Fingerprint Garage Door Won’t Open Every Time A Neighbor Microwaves a Burrito

With three kids, including himself, [Dave] faced the very real likelihood of someone absent-mindedly leaving the garage door open and being robbed blind. Rather than installing some plebeian solution, he compiled a feature list. And what a feature list it is!

The garage door needed to notify him of its status with strategically placed LEDs around the house, and give him full control on his devices. He wanted to open and close it using his existing key-code entry system. Lastly, it would be extra-cool if he could add some biometrics to it; in this case, a fingerprint sensor.

The core hardware is the staple Arduino augmented with a fingerprint module, a touch screen, some vitamins, and a WiFi break-out. He also worked up some casings in tinkercad: one for the indoor hardware, another with a flip cover for the outdoor fingerprint scanner.

We think [Dave] has accomplished what he set out to. We can just picture the would-be-thief staring at the finger print scanner and moving their operation one house over where the world is simpler. Video after the break.

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Iowa Forensics Opts for a CSI Style Hack to Save their Budget

Stungun

There’s a very effective way of lifting dusty fingerprints from the field, or in a lab. It’s called an Electrostatic Dust Print Lifter — but as you can imagine, it is rather expensive from a forensic supply store. [Bradley VanZee] — from the Iowa Division for International Association for Identification — realized how simple a tool it was, and made his own for just over $50.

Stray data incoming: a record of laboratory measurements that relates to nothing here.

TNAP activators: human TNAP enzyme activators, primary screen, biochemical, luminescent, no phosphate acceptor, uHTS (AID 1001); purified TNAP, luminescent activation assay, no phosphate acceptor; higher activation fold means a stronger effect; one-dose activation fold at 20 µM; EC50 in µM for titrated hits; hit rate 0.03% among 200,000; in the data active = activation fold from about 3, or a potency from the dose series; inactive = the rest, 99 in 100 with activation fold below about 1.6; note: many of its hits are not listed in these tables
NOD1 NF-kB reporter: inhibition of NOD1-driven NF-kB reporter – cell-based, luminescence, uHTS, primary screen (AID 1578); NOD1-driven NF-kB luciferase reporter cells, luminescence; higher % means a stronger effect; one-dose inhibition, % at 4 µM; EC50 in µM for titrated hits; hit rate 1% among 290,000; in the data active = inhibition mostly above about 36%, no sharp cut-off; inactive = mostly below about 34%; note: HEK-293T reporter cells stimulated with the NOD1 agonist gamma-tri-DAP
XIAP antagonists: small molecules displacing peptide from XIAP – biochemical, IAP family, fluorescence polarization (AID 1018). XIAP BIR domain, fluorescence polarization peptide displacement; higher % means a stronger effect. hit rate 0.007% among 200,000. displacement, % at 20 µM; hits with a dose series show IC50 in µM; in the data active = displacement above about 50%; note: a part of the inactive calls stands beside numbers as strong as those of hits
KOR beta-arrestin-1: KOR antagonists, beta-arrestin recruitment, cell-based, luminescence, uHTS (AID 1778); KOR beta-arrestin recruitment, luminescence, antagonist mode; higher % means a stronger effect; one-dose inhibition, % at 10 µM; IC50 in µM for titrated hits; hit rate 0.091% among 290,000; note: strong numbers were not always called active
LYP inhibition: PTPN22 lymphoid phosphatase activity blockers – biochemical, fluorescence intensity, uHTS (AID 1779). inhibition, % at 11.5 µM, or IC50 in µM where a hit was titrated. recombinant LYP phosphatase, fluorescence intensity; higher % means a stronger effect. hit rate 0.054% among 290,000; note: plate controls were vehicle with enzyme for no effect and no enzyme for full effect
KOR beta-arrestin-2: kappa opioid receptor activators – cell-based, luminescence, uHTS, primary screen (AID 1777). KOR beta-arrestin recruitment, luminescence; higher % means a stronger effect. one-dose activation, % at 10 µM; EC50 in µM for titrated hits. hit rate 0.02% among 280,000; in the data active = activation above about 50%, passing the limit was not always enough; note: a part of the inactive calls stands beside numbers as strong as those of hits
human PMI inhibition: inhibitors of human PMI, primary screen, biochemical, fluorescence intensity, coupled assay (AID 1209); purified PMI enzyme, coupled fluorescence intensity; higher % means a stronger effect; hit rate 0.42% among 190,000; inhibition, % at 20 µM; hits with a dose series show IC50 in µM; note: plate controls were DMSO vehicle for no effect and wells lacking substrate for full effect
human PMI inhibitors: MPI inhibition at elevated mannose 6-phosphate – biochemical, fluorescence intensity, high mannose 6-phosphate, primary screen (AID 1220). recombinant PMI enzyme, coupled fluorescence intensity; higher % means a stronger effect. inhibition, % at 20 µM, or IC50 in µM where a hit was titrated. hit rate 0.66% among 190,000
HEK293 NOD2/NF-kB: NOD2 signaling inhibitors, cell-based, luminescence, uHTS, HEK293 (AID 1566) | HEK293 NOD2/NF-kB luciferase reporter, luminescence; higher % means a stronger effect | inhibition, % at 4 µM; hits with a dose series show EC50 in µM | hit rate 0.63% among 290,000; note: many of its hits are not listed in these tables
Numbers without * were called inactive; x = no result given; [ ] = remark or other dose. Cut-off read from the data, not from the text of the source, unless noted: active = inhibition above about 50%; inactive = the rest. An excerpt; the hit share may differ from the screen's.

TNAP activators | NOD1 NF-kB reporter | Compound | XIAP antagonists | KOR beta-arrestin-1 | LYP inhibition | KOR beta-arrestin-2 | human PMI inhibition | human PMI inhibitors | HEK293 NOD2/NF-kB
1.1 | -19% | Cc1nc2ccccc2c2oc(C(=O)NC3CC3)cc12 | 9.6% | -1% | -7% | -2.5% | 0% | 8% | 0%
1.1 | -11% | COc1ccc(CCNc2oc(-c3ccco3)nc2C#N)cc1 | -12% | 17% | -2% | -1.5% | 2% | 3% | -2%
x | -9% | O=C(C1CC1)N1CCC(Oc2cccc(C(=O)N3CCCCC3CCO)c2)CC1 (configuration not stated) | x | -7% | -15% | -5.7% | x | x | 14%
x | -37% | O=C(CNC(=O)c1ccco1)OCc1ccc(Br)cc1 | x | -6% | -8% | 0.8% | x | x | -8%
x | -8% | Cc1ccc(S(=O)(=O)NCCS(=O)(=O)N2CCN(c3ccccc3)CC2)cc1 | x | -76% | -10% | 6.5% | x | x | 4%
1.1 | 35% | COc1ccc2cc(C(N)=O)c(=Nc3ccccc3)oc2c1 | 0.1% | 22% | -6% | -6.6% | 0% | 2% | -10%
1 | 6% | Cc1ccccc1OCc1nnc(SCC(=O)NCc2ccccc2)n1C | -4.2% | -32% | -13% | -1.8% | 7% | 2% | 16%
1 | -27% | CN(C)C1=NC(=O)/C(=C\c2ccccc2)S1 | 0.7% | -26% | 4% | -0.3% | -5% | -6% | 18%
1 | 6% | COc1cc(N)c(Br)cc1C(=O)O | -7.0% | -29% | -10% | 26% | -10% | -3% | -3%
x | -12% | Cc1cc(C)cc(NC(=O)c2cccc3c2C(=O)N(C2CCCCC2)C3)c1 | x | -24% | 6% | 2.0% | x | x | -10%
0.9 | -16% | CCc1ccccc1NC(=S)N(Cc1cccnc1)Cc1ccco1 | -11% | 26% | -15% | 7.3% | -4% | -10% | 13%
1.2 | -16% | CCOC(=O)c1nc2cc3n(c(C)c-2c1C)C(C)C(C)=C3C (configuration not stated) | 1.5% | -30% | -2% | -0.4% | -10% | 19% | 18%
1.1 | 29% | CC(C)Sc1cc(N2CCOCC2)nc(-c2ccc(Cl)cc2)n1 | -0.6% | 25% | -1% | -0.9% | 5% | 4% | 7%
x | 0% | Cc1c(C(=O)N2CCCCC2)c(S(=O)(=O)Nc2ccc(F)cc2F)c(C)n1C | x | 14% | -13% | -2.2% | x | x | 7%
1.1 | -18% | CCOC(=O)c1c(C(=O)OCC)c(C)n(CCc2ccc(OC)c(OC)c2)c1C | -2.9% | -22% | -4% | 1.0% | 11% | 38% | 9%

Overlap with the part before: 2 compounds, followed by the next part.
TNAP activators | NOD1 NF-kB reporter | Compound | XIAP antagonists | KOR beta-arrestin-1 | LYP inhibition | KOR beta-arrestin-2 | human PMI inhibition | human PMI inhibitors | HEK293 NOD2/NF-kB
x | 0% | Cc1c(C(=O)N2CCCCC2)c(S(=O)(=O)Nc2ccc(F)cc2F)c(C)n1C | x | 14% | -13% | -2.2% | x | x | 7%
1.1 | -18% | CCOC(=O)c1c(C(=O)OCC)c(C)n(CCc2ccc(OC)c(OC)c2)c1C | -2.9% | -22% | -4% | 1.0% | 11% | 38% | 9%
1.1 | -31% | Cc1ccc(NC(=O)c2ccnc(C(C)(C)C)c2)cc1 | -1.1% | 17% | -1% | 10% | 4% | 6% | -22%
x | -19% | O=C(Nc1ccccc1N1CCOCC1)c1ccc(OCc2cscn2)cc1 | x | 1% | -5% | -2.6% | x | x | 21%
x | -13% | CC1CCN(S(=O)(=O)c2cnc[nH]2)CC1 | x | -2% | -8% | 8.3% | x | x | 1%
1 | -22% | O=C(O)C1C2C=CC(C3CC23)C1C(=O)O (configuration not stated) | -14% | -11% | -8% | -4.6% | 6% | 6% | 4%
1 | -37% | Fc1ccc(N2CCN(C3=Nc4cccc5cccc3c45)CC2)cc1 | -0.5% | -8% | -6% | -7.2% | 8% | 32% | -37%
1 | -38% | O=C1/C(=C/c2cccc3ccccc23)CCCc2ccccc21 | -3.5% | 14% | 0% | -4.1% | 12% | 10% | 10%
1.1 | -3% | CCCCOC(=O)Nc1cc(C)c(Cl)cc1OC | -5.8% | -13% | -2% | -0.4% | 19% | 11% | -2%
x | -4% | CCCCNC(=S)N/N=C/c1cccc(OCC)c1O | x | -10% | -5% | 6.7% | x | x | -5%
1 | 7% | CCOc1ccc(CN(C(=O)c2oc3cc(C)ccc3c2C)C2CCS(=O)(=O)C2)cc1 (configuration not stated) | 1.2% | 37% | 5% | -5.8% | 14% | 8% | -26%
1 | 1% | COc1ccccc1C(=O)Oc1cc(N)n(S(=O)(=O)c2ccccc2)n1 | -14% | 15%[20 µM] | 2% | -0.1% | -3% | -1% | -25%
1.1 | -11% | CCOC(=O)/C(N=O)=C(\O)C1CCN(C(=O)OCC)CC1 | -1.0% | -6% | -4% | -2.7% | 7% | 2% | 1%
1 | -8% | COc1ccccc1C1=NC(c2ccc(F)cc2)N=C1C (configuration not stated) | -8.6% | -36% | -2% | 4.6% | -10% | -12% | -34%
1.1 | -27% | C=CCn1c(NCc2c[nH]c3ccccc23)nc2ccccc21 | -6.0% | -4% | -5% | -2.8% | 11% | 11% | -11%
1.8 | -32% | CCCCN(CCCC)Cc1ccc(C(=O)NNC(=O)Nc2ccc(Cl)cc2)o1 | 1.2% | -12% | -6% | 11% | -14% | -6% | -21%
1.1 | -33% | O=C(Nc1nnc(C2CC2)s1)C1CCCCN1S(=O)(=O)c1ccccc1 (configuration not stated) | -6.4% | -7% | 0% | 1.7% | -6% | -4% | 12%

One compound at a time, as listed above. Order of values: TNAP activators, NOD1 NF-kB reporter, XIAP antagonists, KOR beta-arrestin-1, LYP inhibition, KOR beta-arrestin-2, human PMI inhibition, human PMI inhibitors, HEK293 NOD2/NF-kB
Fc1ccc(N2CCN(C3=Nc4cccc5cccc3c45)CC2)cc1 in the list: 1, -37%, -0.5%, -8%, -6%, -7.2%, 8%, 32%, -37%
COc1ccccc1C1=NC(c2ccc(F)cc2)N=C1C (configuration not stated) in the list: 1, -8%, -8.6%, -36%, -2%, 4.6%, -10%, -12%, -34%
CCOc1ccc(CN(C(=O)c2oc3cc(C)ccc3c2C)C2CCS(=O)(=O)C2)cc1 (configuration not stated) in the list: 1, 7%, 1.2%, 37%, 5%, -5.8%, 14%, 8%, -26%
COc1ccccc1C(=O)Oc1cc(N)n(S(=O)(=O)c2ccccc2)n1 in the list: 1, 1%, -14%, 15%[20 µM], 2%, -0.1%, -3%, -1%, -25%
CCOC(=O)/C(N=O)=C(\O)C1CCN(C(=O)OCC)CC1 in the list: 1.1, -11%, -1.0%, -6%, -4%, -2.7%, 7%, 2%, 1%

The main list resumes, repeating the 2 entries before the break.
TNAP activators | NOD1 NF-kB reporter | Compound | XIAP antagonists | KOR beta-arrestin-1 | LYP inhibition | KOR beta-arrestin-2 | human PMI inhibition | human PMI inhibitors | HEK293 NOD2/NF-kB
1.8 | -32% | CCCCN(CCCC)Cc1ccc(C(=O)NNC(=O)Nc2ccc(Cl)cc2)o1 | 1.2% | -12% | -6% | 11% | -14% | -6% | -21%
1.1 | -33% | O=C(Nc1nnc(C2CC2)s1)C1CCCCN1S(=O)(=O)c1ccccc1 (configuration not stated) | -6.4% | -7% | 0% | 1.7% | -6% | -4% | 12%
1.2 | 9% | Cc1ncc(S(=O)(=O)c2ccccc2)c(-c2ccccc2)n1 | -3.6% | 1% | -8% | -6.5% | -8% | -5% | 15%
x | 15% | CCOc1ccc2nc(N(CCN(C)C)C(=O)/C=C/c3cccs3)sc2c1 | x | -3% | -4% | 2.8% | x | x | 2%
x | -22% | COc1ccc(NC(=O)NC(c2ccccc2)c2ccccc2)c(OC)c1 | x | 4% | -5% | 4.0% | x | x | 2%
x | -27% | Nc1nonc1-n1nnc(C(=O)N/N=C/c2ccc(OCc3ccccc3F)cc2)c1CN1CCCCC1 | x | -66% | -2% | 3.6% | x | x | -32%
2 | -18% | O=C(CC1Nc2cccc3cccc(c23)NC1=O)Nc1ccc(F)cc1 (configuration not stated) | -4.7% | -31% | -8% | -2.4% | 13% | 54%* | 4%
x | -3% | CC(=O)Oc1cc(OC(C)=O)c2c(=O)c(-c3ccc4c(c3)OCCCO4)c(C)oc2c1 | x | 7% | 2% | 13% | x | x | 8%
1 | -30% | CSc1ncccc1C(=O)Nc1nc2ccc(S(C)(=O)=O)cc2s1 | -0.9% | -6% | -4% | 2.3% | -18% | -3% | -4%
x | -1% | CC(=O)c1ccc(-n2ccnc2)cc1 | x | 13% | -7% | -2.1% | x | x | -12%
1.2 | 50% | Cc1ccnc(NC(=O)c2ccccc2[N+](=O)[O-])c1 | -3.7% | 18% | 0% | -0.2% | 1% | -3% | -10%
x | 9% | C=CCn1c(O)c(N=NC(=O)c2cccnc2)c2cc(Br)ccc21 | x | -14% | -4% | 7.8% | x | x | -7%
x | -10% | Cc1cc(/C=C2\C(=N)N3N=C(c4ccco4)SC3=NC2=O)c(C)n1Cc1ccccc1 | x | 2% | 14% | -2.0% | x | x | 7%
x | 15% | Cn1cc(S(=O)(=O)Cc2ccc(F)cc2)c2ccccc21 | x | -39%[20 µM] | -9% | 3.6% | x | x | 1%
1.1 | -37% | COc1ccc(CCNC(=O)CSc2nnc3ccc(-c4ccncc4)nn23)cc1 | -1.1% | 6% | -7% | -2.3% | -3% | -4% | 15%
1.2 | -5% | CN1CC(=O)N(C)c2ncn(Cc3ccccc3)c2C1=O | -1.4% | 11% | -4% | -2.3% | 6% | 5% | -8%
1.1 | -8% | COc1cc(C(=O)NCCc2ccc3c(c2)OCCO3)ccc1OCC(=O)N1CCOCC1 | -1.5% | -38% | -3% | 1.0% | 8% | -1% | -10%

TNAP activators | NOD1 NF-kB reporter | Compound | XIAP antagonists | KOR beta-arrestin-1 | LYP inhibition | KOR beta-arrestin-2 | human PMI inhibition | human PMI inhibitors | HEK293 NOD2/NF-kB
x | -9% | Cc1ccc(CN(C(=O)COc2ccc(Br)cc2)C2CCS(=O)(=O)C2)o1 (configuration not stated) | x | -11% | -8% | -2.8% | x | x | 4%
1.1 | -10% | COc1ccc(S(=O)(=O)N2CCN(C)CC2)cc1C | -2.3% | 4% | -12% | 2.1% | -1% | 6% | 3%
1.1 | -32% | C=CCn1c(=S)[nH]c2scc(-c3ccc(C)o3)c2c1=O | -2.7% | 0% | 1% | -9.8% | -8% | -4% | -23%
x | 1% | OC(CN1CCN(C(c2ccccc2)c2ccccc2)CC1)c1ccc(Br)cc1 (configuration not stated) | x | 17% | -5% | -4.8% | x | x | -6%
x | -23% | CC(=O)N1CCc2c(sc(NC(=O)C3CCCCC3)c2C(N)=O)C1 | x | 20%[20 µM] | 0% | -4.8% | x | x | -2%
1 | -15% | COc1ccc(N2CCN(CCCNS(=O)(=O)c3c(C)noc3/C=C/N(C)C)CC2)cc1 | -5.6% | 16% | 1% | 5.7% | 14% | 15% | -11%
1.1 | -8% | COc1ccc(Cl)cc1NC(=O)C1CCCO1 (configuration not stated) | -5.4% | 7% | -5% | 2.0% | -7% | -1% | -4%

But first, how does it work? Electrostatic print lifting is a non-destructive process where you develop an electrostatic field on a sheet of “lifting film” which attracts the dust particles to stick to the film. It’s capable of recovering impressions from both porous and non-porous surfaces — even ones not visible to the naked eye.

Commercial versions of the tool cost upwards of $600-$800 + lift film. The first hack they realized is that instead of using proprietary lift film, it is just as effective to use car window tint instead! The second hack is even more clever — using a 80,000V tazor, some electrical leads, and some tinfoil you can create your own version of the tool. The aluminum foil acts as a ground, and the object you are inspecting is sandwiched between it and the lifting film. Holding the tazor with one electrode to the foil, you can trace the film using the other electrode at a distance, which induces an electrostatic charge in the film, attracting and capturing the dusty fingerprints. Allow the static to discharge, and store the film in a safe place to be digitized later!

Now obviously this is only really effective for flat objects, but it’s still a brilliant hack — especially to save your budget!

[Thanks John!]